If the plaintiff's claims against non-diverse defendants are subject to dismissal but can later be properly re-filed upon completion of a mandatory state administrative proceeding, can such a joinder constitute improper joinder? In the U.S. Fifth Circuit Court of Appeals, the answer is yes.
In a rare en banc opinion on rehearing, the Fifth Circuit recently held that suing non-diverse defendants without having completed a mandatory pre-lawsuit administrative proceeding constituted improper joinder of claims when coupled with claims against diverse defendants. The court reached this decision, notwithstanding that the plaintiff could prosecute his claim in the state administrative hearing, obtain a decision, and then re-file his lawsuit against the non-diverse defendants. Flagg v. Stryker Corp., No. 14-31169, Mar. 24, 2016.
In state court, Flagg had sued his doctors and hospital for medical malpractice in implant surgery, and also sued, in products liability, the manufacturers of the implant.
The plaintiff and his medical providers were Louisiana citizens but the manufacturers were not. The manufacturers removed the suit to federal court, alleging that the in-state defendants had been improperly joined because Flagg had not filed any administrative complaint, which Louisiana law required of medical-malpractice plaintiffs before filing a lawsuit.
Upon removal, Flagg moved to stay the suit to pursue the administrative claim that he had (obviously) not pursued. The manufacturers objected and the district court denied the motion to stay.
The manufacturers then moved to dismiss the malpractice defendants as improperly joined, relying on Melder v. Allstate Corp., 404 F.3d 328 (5th Cir. 2005)and Holder v. Abbott Laboratories, Inc., 444 F.3d 383 (5th Cir. 2006). The district court agreed and dismissed without prejudice the providers. The court then granted the manufacturers' Rule 12(b)(6) motion and dismissed them with prejudice.
On appeal, the original panel raised, sua sponte, federal jurisdiction and concluded that the non-diverse providers had not been improperly joined and directed the district court to remand the case to state court. Flagg v. Stryker, 801 F3d 456 (5th Cir. 2015), vacated, 805 F3d 610 (2015).
On rehearing, the en banccourtnoted that improper-joinder allegations require courts to examine whether the plaintiff has any possibility of recovery against non-diverse defendants, which is usually synonymous with looking to see if a plaintiff can survive a Rule 12(b)(6) motion. Slip op. at 5. However, when a misstatement or omission of material facts is alleged, "the court may instead 'pierce the pleadings and conduct a summary inquiry.'" Slip op. at 6, quoting Badon v RJR Nabisco, Inc. 224 F3d 382, 389, n. 10 (5th Cir. 2002) and citing Wecker v. Nat'l Enameling & Stamping Co., 204 U.S. 176, 185-86 (1907) (district court appropriately considered affidavits when determining whether improper joinder was present).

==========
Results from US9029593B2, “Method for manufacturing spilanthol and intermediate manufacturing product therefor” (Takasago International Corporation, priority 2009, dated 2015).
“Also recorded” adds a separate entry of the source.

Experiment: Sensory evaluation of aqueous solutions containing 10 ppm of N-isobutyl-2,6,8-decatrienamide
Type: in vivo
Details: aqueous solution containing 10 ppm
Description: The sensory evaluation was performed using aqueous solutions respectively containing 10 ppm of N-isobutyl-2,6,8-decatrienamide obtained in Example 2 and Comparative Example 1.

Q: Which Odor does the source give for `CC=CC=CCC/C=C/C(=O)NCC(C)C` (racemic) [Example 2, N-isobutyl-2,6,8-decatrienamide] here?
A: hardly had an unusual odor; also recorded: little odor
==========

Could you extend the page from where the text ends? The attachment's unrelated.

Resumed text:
Moreover, jurisdictional facts are to be determined at removal. Thus, the district court looks at the viability of a plaintiff's claims at the time of removal, and may consider matters beyond the complaint. Here, Flagg had moved to stay the suit, and pursue his administrative claim. As the only "fact outside the complaint that the district court considered," the motion to stay was a "concession" that the plaintiff had not pursued his administrative claim. The district court's analysis was more akin to a Rule 12(b(6) analysis than a full-blown summary-judgment inquiry.
Within this framework, the court concluded that a Louisiana state court would have dismissed the plaintiff's claims against the non-diverse defendants because of his failure to file the administrative complaint. And so, as of removal, Flagg could not establish a cause of action in state court.
There is no requirement of a comprehensive scheme to establish improper joinder, rather only a "bright-line rule: if a statute requires the plaintiff to exhaust his administrative remedies before filing suit, we enforce that statutory mandate as written." Slip. op. at 10.
And because jurisdiction is determined at the time of removal, Flagg's subsequent exhaustion of the administrative process did not retroactively cure his earlier failure.
The majority thus affirmed the district's court's dismissal of the in-state defendants and remanded that portion of the judgment that granted the Rule 12(b)(6) motion of the manufacturers to the original panel who had not reached that aspect of the judgment, concluding there was no diversity jurisdiction.